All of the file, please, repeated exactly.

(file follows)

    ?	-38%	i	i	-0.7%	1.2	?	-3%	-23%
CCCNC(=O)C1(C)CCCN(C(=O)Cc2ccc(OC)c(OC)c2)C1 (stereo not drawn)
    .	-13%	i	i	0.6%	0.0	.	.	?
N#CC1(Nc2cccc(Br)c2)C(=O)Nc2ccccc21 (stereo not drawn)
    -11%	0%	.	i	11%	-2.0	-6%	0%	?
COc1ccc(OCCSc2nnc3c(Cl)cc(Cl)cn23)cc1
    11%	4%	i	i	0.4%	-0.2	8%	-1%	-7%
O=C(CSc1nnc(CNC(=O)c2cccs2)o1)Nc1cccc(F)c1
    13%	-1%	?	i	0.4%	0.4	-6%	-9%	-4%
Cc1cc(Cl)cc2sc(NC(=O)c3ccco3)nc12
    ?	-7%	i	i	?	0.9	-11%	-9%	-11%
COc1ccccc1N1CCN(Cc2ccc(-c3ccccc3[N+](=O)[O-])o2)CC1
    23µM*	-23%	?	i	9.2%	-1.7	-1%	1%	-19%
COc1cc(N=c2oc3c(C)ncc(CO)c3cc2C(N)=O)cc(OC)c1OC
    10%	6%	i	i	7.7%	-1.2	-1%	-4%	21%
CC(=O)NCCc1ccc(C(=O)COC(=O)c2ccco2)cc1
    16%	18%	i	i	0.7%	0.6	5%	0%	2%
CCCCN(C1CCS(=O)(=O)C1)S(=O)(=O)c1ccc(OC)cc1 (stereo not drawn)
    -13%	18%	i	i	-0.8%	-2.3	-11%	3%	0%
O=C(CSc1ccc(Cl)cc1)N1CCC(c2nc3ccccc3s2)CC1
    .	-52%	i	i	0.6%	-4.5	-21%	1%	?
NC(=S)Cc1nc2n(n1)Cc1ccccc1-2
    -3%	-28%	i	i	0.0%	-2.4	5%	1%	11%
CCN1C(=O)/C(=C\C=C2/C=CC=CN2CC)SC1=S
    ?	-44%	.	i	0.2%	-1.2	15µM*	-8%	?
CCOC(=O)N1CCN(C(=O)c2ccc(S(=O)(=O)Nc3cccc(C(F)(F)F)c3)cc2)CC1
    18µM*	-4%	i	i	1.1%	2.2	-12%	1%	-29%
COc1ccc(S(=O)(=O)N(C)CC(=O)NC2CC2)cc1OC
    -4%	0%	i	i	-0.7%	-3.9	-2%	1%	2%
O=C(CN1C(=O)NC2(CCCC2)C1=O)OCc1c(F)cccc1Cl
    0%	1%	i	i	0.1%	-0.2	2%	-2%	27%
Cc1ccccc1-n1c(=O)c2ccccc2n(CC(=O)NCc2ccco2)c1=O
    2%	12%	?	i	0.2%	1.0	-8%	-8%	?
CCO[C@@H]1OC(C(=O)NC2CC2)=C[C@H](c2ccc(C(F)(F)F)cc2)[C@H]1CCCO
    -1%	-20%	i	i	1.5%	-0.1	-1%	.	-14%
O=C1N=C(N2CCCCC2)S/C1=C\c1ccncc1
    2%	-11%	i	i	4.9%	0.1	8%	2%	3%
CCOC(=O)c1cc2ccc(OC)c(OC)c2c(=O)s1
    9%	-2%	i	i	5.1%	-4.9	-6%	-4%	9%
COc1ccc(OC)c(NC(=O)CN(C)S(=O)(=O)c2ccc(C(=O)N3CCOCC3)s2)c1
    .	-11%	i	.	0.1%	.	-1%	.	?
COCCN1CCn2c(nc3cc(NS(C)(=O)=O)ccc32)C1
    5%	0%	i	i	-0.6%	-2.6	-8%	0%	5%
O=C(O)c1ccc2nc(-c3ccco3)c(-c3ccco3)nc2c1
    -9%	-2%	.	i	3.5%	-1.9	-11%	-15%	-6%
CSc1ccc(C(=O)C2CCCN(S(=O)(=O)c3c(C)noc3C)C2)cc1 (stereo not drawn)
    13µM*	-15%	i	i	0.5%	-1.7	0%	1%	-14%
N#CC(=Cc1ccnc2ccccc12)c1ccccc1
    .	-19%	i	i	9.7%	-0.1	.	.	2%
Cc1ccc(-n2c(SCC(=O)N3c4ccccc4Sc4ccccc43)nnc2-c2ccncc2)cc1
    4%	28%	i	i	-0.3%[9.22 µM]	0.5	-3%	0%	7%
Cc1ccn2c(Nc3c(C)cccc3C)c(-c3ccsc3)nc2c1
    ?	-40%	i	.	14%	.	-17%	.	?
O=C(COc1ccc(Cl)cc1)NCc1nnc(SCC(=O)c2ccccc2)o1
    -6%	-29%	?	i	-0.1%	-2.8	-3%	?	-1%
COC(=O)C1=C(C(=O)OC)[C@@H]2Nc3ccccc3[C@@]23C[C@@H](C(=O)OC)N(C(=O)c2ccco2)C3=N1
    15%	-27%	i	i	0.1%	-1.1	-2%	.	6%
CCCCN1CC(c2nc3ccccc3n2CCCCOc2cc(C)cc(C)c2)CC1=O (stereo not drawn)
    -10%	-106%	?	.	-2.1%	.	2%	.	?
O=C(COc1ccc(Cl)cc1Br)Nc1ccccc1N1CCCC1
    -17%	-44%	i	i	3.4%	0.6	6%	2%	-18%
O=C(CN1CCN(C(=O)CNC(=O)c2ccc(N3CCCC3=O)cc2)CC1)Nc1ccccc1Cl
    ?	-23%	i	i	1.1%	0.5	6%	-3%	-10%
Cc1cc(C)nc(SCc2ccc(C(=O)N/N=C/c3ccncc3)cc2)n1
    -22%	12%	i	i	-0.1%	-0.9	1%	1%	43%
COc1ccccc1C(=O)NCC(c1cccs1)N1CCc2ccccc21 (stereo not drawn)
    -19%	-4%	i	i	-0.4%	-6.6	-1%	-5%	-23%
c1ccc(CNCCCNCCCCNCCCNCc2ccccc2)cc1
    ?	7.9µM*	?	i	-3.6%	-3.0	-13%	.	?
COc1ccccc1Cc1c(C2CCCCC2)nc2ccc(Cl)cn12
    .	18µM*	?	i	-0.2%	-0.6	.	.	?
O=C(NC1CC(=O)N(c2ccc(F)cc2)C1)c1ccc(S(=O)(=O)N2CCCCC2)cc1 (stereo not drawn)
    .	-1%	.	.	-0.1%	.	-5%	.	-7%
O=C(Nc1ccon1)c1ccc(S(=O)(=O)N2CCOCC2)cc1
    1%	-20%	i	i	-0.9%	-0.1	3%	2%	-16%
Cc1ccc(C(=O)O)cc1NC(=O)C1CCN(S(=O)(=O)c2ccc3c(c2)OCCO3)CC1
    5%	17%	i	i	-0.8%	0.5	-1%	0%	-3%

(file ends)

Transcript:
    ?	-38%	i	i	-0.7%	1.2	?	-3%	-23%
CCCNC(=O)C1(C)CCCN(C(=O)Cc2ccc(OC)c(OC)c2)C1 (stereo not drawn)
    .	-13%	i	i	0.6%	0.0	.	.	?
N#CC1(Nc2cccc(Br)c2)C(=O)Nc2ccccc21 (stereo not drawn)
    -11%	0%	.	i	11%	-2.0	-6%	0%	?
COc1ccc(OCCSc2nnc3c(Cl)cc(Cl)cn23)cc1
    11%	4%	i	i	0.4%	-0.2	8%	-1%	-7%
O=C(CSc1nnc(CNC(=O)c2cccs2)o1)Nc1cccc(F)c1
    13%	-1%	?	i	0.4%	0.4	-6%	-9%	-4%
Cc1cc(Cl)cc2sc(NC(=O)c3ccco3)nc12
    ?	-7%	i	i	?	0.9	-11%	-9%	-11%
COc1ccccc1N1CCN(Cc2ccc(-c3ccccc3[N+](=O)[O-])o2)CC1
    23µM*	-23%	?	i	9.2%	-1.7	-1%	1%	-19%
COc1cc(N=c2oc3c(C)ncc(CO)c3cc2C(N)=O)cc(OC)c1OC
    10%	6%	i	i	7.7%	-1.2	-1%	-4%	21%
CC(=O)NCCc1ccc(C(=O)COC(=O)c2ccco2)cc1
    16%	18%	i	i	0.7%	0.6	5%	0%	2%
CCCCN(C1CCS(=O)(=O)C1)S(=O)(=O)c1ccc(OC)cc1 (stereo not drawn)
    -13%	18%	i	i	-0.8%	-2.3	-11%	3%	0%
O=C(CSc1ccc(Cl)cc1)N1CCC(c2nc3ccccc3s2)CC1
    .	-52%	i	i	0.6%	-4.5	-21%	1%	?
NC(=S)Cc1nc2n(n1)Cc1ccccc1-2
    -3%	-28%	i	i	0.0%	-2.4	5%	1%	11%
CCN1C(=O)/C(=C\C=C2/C=CC=CN2CC)SC1=S
    ?	-44%	.	i	0.2%	-1.2	15µM*	-8%	?
CCOC(=O)N1CCN(C(=O)c2ccc(S(=O)(=O)Nc3cccc(C(F)(F)F)c3)cc2)CC1
    18µM*	-4%	i	i	1.1%	2.2	-12%	1%	-29%
COc1ccc(S(=O)(=O)N(C)CC(=O)NC2CC2)cc1OC
    -4%	0%	i	i	-0.7%	-3.9	-2%	1%	2%
O=C(CN1C(=O)NC2(CCCC2)C1=O)OCc1c(F)cccc1Cl
    0%	1%	i	i	0.1%	-0.2	2%	-2%	27%
Cc1ccccc1-n1c(=O)c2ccccc2n(CC(=O)NCc2ccco2)c1=O
    2%	12%	?	i	0.2%	1.0	-8%	-8%	?
CCO[C@@H]1OC(C(=O)NC2CC2)=C[C@H](c2ccc(C(F)(F)F)cc2)[C@H]1CCCO
    -1%	-20%	i	i	1.5%	-0.1	-1%	.	-14%
O=C1N=C(N2CCCCC2)S/C1=C\c1ccncc1
    2%	-11%	i	i	4.9%	0.1	8%	2%	3%
CCOC(=O)c1cc2ccc(OC)c(OC)c2c(=O)s1
    9%	-2%	i	i	5.1%	-4.9	-6%	-4%	9%
COc1ccc(OC)c(NC(=O)CN(C)S(=O)(=O)c2ccc(C(=O)N3CCOCC3)s2)c1
    .	-11%	i	.	0.1%	.	-1%	.	?
COCCN1CCn2c(nc3cc(NS(C)(=O)=O)ccc32)C1
    5%	0%	i	i	-0.6%	-2.6	-8%	0%	5%
O=C(O)c1ccc2nc(-c3ccco3)c(-c3ccco3)nc2c1
    -9%	-2%	.	i	3.5%	-1.9	-11%	-15%	-6%
CSc1ccc(C(=O)C2CCCN(S(=O)(=O)c3c(C)noc3C)C2)cc1 (stereo not drawn)
    13µM*	-15%	i	i	0.5%	-1.7	0%	1%	-14%
N#CC(=Cc1ccnc2ccccc12)c1ccccc1
    .	-19%	i	i	9.7%	-0.1	.	.	2%
Cc1ccc(-n2c(SCC(=O)N3c4ccccc4Sc4ccccc43)nnc2-c2ccncc2)cc1
    4%	28%	i	i	-0.3%[9.22 µM]	0.5	-3%	0%	7%
Cc1ccn2c(Nc3c(C)cccc3C)c(-c3ccsc3)nc2c1
    ?	-40%	i	.	14%	.	-17%	.	?
O=C(COc1ccc(Cl)cc1)NCc1nnc(SCC(=O)c2ccccc2)o1
    -6%	-29%	?	i	-0.1%	-2.8	-3%	?	-1%
COC(=O)C1=C(C(=O)OC)[C@@H]2Nc3ccccc3[C@@]23C[C@@H](C(=O)OC)N(C(=O)c2ccco2)C3=N1
    15%	-27%	i	i	0.1%	-1.1	-2%	.	6%
CCCCN1CC(c2nc3ccccc3n2CCCCOc2cc(C)cc(C)c2)CC1=O (stereo not drawn)
    -10%	-106%	?	.	-2.1%	.	2%	.	?
O=C(COc1ccc(Cl)cc1Br)Nc1ccccc1N1CCCC1
    -17%	-44%	i	i	3.4%	0.6	6%	2%	-18%
O=C(CN1CCN(C(=O)CNC(=O)c2ccc(N3CCCC3=O)cc2)CC1)Nc1ccccc1Cl
    ?	-23%	i	i	1.1%	0.5	6%	-3%	-10%
Cc1cc(C)nc(SCc2ccc(C(=O)N/N=C/c3ccncc3)cc2)n1
    -22%	12%	i	i	-0.1%	-0.9	1%	1%	43%
COc1ccccc1C(=O)NCC(c1cccs1)N1CCc2ccccc21 (stereo not drawn)
    -19%	-4%	i	i	-0.4%	-6.6	-1%	-5%	-23%
c1ccc(CNCCCNCCCCNCCCNCc2ccccc2)cc1
    ?	7.9µM*	?	i	-3.6%	-3.0	-13%	.	?
COc1ccccc1Cc1c(C2CCCCC2)nc2ccc(Cl)cn12
    .	18µM*	?	i	-0.2%	-0.6	.	.	?
O=C(NC1CC(=O)N(c2ccc(F)cc2)C1)c1ccc(S(=O)(=O)N2CCCCC2)cc1 (stereo not drawn)
    .	-1%	.	.	-0.1%	.	-5%	.	-7%
O=C(Nc1ccon1)c1ccc(S(=O)(=O)N2CCOCC2)cc1
    1%	-20%	i	i	-0.9%	-0.1	3%	2%	-16%
Cc1ccc(C(=O)O)cc1NC(=O)C1CCN(S(=O)(=O)c2ccc3c(c2)OCCO3)CC1
    5%	17%	i	i	-0.8%	0.5	-1%	0%	-3%